‘It feels like gerrymandering’: Anglesey Councillor slams loss of Welsh MP’s despite protection for island seat
Gareth Wyn Williams, local democracy reporter
An Anglesey councillor has condemned a decision to slash the number of Welsh Westminster seats despite the island itself being offered protected status.
The Boundary Commission for Wales is currently consulting on plans which would see the number of Welsh Westminster representatives reduced from 40 to 32, resulting in larger sized constituencies across the nation.
England will gain 10 MPs as result of the move, but Scotland will also lose two, with the UK Government initiating the exercise to try and ensure closer voter parity between constituencies.
But a decision last year saw Ynys Môn added to the list of protected constituencies, thus shielding the 500 year old Westminster seat from any shared seat with parts of the mainland.
While several island constituencies, such as the Isle of Wight, Orkney and Shetland and Na h-Eileanan an Iar (the Western Isles of Scotland) already enjoy special protected status, until now that has not been the case with Ynys Môn, which will be the least populated constituency in Wales.
The then Minister for the Constitution and Devolution, following intervention from Maria Miller, the island’s Conservative MP, Virginia Crosbie, and Plaid Cymru member, Ben Lake, announced she would include such protection as part of the new Parliamentary Constituencies Bill.
“Covering 715 square kilometres, Ynys Môn is the fourth largest island in Great Britain and with an electorate of approximately 50,000, Ynys Môn is comparable to other islands which already enjoy such status,” said Chloe Smith MP in June 2020.
“I am persuaded that the creation of Ynys Môn as a protected constituency would address an anomaly and is the only island in the UK whose electorate and geographical area falls within the range of the currently protected constituencies.”
But while members of Anglesey Council’s Democratic Services generally welcomed the move when meeting this week, one councillor stated his dissatisfaction that Wales as a whole would see its voice reduced.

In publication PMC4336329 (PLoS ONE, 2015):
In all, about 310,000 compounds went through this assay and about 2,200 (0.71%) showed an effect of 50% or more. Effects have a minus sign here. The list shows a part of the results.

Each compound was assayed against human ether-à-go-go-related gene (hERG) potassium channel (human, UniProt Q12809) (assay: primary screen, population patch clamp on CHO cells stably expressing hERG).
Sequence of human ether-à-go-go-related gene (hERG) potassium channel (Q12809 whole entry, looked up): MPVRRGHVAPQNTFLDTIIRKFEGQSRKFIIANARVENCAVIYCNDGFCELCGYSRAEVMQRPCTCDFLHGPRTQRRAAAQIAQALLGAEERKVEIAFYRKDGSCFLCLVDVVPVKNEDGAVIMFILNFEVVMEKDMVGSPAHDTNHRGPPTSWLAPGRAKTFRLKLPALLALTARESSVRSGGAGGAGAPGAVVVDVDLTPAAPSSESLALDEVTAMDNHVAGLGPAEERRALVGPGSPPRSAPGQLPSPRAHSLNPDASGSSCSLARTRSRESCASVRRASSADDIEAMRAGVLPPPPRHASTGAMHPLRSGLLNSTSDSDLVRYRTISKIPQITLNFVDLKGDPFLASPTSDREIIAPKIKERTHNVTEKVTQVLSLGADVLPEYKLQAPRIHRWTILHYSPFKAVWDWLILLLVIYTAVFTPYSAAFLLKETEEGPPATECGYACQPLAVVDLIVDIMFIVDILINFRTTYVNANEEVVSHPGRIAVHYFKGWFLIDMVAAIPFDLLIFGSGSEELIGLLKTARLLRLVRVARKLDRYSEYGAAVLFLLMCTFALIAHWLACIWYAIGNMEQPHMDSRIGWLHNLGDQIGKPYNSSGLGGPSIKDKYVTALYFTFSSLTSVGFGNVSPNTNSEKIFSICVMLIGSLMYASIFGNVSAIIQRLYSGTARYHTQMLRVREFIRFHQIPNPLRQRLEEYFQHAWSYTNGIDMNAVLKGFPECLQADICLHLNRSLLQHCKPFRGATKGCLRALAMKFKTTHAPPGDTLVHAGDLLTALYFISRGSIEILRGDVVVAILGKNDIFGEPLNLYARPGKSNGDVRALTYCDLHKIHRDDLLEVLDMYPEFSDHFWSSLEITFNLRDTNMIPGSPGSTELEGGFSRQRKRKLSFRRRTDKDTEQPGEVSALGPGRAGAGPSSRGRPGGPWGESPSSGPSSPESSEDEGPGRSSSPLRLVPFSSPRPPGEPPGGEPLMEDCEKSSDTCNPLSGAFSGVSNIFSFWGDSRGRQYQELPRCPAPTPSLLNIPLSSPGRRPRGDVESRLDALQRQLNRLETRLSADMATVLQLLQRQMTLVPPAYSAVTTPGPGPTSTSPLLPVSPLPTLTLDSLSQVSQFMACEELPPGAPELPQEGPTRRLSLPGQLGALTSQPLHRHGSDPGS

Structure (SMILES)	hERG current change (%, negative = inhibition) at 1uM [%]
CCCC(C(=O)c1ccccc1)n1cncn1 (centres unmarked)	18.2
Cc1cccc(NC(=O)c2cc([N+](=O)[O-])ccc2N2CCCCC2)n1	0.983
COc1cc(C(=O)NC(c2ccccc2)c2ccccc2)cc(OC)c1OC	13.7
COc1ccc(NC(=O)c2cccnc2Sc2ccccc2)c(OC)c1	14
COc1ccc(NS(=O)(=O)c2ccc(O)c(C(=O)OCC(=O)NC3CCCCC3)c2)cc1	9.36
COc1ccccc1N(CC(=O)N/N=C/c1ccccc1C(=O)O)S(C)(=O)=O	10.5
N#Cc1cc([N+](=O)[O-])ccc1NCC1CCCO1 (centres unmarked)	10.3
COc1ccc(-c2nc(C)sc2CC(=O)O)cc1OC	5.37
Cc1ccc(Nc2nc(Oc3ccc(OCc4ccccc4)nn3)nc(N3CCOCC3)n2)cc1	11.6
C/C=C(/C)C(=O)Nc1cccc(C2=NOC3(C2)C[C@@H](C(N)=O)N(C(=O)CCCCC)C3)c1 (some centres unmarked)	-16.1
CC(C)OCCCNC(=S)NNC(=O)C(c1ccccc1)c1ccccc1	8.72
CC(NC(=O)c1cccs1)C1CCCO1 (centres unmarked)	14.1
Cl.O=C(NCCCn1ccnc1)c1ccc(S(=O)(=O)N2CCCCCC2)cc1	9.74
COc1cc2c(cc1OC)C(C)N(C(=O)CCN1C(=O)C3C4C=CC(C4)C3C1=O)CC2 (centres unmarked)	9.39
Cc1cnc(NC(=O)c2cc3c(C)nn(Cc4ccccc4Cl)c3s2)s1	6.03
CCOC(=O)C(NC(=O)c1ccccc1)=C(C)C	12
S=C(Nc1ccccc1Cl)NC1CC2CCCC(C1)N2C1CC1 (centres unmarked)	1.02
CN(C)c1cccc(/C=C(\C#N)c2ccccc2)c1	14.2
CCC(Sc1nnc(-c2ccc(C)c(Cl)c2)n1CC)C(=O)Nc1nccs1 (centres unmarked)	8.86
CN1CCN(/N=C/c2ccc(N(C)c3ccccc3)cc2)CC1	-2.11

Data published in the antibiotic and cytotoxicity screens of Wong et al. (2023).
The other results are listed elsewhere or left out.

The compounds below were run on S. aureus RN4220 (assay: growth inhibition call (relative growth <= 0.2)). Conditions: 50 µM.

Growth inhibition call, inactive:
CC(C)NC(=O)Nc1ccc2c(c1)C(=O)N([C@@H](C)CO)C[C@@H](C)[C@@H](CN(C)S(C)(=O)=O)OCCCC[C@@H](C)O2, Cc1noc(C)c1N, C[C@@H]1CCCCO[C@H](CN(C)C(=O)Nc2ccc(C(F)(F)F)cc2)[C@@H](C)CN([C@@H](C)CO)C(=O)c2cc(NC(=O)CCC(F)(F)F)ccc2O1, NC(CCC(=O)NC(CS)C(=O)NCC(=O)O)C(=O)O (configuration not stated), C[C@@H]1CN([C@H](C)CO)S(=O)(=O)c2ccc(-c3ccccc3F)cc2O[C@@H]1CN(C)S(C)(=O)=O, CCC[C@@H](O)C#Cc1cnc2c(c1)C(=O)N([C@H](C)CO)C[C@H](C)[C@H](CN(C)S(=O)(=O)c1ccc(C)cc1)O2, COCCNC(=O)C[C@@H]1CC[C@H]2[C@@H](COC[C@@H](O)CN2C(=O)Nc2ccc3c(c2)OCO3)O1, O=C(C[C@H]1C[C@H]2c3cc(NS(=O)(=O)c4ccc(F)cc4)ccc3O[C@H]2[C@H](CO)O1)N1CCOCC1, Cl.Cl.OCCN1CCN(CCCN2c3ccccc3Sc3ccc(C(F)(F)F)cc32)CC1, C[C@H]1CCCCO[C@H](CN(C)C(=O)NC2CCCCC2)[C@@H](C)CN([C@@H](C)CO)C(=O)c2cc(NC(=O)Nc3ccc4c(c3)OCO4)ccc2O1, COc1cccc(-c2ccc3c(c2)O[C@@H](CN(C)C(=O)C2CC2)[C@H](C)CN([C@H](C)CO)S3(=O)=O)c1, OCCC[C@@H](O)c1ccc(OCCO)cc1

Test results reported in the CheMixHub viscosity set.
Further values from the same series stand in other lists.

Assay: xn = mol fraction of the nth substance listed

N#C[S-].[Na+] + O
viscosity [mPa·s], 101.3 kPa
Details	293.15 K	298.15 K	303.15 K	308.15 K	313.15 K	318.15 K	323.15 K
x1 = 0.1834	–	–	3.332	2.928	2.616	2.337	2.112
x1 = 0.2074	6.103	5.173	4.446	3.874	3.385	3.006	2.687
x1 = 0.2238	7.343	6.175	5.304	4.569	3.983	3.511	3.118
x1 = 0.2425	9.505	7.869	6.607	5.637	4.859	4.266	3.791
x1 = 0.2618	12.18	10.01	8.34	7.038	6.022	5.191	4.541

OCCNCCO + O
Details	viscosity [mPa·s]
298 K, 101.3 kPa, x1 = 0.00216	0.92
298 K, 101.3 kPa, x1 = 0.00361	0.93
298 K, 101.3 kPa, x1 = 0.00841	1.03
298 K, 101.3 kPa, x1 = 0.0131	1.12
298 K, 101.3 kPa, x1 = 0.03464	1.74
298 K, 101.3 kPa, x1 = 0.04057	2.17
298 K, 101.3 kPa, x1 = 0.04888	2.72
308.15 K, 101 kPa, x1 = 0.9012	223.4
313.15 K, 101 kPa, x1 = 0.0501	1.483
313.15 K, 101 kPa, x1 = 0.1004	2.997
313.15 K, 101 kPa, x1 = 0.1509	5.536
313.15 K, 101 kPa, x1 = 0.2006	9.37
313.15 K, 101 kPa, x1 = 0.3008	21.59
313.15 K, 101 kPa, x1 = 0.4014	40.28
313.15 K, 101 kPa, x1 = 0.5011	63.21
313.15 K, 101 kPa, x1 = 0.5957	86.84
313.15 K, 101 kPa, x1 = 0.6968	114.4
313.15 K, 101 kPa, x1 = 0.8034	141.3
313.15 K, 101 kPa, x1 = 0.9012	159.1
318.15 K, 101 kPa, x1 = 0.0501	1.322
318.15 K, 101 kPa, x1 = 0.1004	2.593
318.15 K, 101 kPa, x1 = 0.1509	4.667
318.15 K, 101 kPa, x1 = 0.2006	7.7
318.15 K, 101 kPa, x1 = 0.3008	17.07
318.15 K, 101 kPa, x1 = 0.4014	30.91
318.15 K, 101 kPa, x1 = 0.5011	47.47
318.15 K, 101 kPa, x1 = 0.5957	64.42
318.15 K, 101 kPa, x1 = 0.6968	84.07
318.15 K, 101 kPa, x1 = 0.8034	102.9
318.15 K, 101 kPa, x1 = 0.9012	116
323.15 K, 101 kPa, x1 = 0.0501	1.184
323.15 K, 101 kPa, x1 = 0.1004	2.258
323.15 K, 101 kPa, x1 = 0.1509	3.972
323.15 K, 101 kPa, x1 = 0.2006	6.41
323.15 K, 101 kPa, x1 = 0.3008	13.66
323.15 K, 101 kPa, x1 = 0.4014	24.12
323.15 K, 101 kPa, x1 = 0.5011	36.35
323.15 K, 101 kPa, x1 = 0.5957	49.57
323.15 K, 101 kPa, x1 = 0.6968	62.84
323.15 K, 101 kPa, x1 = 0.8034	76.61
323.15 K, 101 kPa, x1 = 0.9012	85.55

Cllr Dafydd Roberts, an independent member for Bro Rhosyr, said: “While I’m pleased Ynys Môn is being retained, personally I’m not keen that Wales is going down from 40 to 32.
“So it’s hard to say that I’m happy with the report as, on a matter of wider principle, I oppose.
“For as long as we remain a member of the UK we should have 40, it just feels like gerrymandering.”
Speaking last month, however, the chairman of the Welsh Conservatives defended the decision of ministers to reduce the number of Welsh MPs.
Glyn Davies, a former Assembly Member and later MP for Montgomeryshire, told S4C’s ‘Y Byd yn ei Le’ programme: “Of course I don’t like it or seeing the stress it will cause to elected MPs from all Welsh parties, especially my party. But I can see no alternative.
“We can’t slip back to ‘rotten boroughs’ of centuries ago. Average English constituency electorates are 16,000 more than average Welsh electorates.
“And that’s making no allowance for the 60 MS’ that are responsible for many issues that land on English MP’s plates.
“The current position is in no way fair.”
The regions set to benefit the most will be the south east of England, which will gain six MPs with the south west of England also gaining three, largely at the expense of the north west and north east of the country.
Northern Irish seats will remain at the current 18, leaving Wales with 32 MPs and Scotland with 57.
In northern and mid Wales, the proposed new constituencies are Aberconwy, Alyn and Deeside, Ceredigion Preseli, Clwyd, Delyn, Dwyfor Meirionnydd, Montgomeryshire and Glyndwr, Wrexham, and Ynys Môn.
The eight week public consultation closes on November 3. For more information visit here.
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